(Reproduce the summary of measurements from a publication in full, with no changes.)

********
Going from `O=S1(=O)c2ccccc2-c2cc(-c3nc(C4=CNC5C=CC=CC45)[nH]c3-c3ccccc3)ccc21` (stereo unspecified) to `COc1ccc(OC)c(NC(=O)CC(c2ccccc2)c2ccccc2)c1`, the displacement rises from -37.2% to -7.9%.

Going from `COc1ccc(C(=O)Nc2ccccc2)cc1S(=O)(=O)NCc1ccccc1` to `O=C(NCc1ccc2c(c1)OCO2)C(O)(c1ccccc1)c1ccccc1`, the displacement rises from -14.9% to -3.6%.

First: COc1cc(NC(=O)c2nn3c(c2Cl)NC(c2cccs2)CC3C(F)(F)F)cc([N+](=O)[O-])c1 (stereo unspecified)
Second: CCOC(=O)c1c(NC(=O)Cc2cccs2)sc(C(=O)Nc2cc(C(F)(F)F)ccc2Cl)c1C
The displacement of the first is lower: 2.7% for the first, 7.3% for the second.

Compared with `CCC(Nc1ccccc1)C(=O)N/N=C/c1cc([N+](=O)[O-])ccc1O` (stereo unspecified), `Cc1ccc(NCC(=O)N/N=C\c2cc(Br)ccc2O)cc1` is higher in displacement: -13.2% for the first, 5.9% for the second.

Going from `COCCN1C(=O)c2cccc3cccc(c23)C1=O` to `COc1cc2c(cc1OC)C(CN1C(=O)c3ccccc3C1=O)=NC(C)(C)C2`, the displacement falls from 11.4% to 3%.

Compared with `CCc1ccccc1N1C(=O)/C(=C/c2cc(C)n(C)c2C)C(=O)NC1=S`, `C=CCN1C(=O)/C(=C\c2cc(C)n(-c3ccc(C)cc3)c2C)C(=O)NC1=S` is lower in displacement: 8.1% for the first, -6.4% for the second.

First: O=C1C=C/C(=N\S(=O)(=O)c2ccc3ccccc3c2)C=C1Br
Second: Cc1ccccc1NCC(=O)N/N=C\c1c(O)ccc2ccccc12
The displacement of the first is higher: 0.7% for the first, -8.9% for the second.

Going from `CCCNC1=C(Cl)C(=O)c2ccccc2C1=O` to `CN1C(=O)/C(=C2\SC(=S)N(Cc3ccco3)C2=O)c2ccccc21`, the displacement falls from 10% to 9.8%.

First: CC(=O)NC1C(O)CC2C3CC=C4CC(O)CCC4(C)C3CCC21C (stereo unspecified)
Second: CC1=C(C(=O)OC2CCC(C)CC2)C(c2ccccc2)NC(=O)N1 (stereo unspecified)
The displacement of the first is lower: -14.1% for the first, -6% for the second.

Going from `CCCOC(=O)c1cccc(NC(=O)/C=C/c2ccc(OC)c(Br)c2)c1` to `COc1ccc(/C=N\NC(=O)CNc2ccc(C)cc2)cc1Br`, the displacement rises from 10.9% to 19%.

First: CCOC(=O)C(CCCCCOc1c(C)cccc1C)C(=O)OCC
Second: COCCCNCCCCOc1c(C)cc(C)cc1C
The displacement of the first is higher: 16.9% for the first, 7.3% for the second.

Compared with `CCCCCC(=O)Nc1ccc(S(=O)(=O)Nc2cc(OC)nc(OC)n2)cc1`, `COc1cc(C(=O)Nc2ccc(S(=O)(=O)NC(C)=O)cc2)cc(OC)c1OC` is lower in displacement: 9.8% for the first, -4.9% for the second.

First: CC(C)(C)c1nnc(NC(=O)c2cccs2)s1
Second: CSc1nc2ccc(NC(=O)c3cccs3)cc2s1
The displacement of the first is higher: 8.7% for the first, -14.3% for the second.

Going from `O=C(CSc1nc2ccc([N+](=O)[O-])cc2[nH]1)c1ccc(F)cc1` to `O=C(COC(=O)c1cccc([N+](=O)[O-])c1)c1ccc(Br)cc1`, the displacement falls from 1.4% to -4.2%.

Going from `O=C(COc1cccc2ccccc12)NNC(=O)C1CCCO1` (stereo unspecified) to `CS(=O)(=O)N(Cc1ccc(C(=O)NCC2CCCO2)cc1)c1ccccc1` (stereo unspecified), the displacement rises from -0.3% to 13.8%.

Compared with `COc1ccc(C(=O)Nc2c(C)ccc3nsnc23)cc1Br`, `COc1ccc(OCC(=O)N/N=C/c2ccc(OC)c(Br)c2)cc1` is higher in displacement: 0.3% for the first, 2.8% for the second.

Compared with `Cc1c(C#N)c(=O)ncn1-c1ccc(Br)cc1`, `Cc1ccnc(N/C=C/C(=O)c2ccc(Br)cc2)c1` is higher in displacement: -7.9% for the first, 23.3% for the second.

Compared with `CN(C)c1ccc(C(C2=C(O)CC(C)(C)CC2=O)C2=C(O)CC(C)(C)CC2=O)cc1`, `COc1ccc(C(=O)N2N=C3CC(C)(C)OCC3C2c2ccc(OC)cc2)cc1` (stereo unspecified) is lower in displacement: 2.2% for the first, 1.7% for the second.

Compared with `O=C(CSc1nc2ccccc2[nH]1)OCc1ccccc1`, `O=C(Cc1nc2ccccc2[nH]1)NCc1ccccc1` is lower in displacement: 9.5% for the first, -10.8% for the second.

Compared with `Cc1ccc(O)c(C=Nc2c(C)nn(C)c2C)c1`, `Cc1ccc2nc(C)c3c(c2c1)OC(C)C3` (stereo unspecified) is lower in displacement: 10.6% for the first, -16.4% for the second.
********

Going from `O=S1(=O)c2ccccc2-c2cc(-c3nc(C4=CNC5C=CC=CC45)[nH]c3-c3ccccc3)ccc21` (stereo unspecified) to `COc1ccc(OC)c(NC(=O)CC(c2ccccc2)c2ccccc2)c1`, the displacement rises from -37.2% to -7.9%.

Going from `COc1ccc(C(=O)Nc2ccccc2)cc1S(=O)(=O)NCc1ccccc1` to `O=C(NCc1ccc2c(c1)OCO2)C(O)(c1ccccc1)c1ccccc1`, the displacement rises from -14.9% to -3.6%.

First: COc1cc(NC(=O)c2nn3c(c2Cl)NC(c2cccs2)CC3C(F)(F)F)cc([N+](=O)[O-])c1 (stereo unspecified)
Second: CCOC(=O)c1c(NC(=O)Cc2cccs2)sc(C(=O)Nc2cc(C(F)(F)F)ccc2Cl)c1C
The displacement of the first is lower: 2.7% for the first, 7.3% for the second.

Compared with `CCC(Nc1ccccc1)C(=O)N/N=C/c1cc([N+](=O)[O-])ccc1O` (stereo unspecified), `Cc1ccc(NCC(=O)N/N=C\c2cc(Br)ccc2O)cc1` is higher in displacement: -13.2% for the first, 5.9% for the second.

Going from `COCCN1C(=O)c2cccc3cccc(c23)C1=O` to `COc1cc2c(cc1OC)C(CN1C(=O)c3ccccc3C1=O)=NC(C)(C)C2`, the displacement falls from 11.4% to 3%.

Compared with `CCc1ccccc1N1C(=O)/C(=C/c2cc(C)n(C)c2C)C(=O)NC1=S`, `C=CCN1C(=O)/C(=C\c2cc(C)n(-c3ccc(C)cc3)c2C)C(=O)NC1=S` is lower in displacement: 8.1% for the first, -6.4% for the second.

First: O=C1C=C/C(=N\S(=O)(=O)c2ccc3ccccc3c2)C=C1Br
Second: Cc1ccccc1NCC(=O)N/N=C\c1c(O)ccc2ccccc12
The displacement of the first is higher: 0.7% for the first, -8.9% for the second.

Going from `CCCNC1=C(Cl)C(=O)c2ccccc2C1=O` to `CN1C(=O)/C(=C2\SC(=S)N(Cc3ccco3)C2=O)c2ccccc21`, the displacement falls from 10% to 9.8%.

First: CC(=O)NC1C(O)CC2C3CC=C4CC(O)CCC4(C)C3CCC21C (stereo unspecified)
Second: CC1=C(C(=O)OC2CCC(C)CC2)C(c2ccccc2)NC(=O)N1 (stereo unspecified)
The displacement of the first is lower: -14.1% for the first, -6% for the second.

Going from `CCCOC(=O)c1cccc(NC(=O)/C=C/c2ccc(OC)c(Br)c2)c1` to `COc1ccc(/C=N\NC(=O)CNc2ccc(C)cc2)cc1Br`, the displacement rises from 10.9% to 19%.

First: CCOC(=O)C(CCCCCOc1c(C)cccc1C)C(=O)OCC
Second: COCCCNCCCCOc1c(C)cc(C)cc1C
The displacement of the first is higher: 16.9% for the first, 7.3% for the second.

Compared with `CCCCCC(=O)Nc1ccc(S(=O)(=O)Nc2cc(OC)nc(OC)n2)cc1`, `COc1cc(C(=O)Nc2ccc(S(=O)(=O)NC(C)=O)cc2)cc(OC)c1OC` is lower in displacement: 9.8% for the first, -4.9% for the second.

First: CC(C)(C)c1nnc(NC(=O)c2cccs2)s1
Second: CSc1nc2ccc(NC(=O)c3cccs3)cc2s1
The displacement of the first is higher: 8.7% for the first, -14.3% for the second.

Going from `O=C(CSc1nc2ccc([N+](=O)[O-])cc2[nH]1)c1ccc(F)cc1` to `O=C(COC(=O)c1cccc([N+](=O)[O-])c1)c1ccc(Br)cc1`, the displacement falls from 1.4% to -4.2%.

Going from `O=C(COc1cccc2ccccc12)NNC(=O)C1CCCO1` (stereo unspecified) to `CS(=O)(=O)N(Cc1ccc(C(=O)NCC2CCCO2)cc1)c1ccccc1` (stereo unspecified), the displacement rises from -0.3% to 13.8%.

Compared with `COc1ccc(C(=O)Nc2c(C)ccc3nsnc23)cc1Br`, `COc1ccc(OCC(=O)N/N=C/c2ccc(OC)c(Br)c2)cc1` is higher in displacement: 0.3% for the first, 2.8% for the second.

Compared with `Cc1c(C#N)c(=O)ncn1-c1ccc(Br)cc1`, `Cc1ccnc(N/C=C/C(=O)c2ccc(Br)cc2)c1` is higher in displacement: -7.9% for the first, 23.3% for the second.

Compared with `CN(C)c1ccc(C(C2=C(O)CC(C)(C)CC2=O)C2=C(O)CC(C)(C)CC2=O)cc1`, `COc1ccc(C(=O)N2N=C3CC(C)(C)OCC3C2c2ccc(OC)cc2)cc1` (stereo unspecified) is lower in displacement: 2.2% for the first, 1.7% for the second.

Compared with `O=C(CSc1nc2ccccc2[nH]1)OCc1ccccc1`, `O=C(Cc1nc2ccccc2[nH]1)NCc1ccccc1` is lower in displacement: 9.5% for the first, -10.8% for the second.

Compared with `Cc1ccc(O)c(C=Nc2c(C)nn(C)c2C)c1`, `Cc1ccc2nc(C)c3c(c2c1)OC(C)C3` (stereo unspecified) is lower in displacement: 10.6% for the first, -16.4% for the second.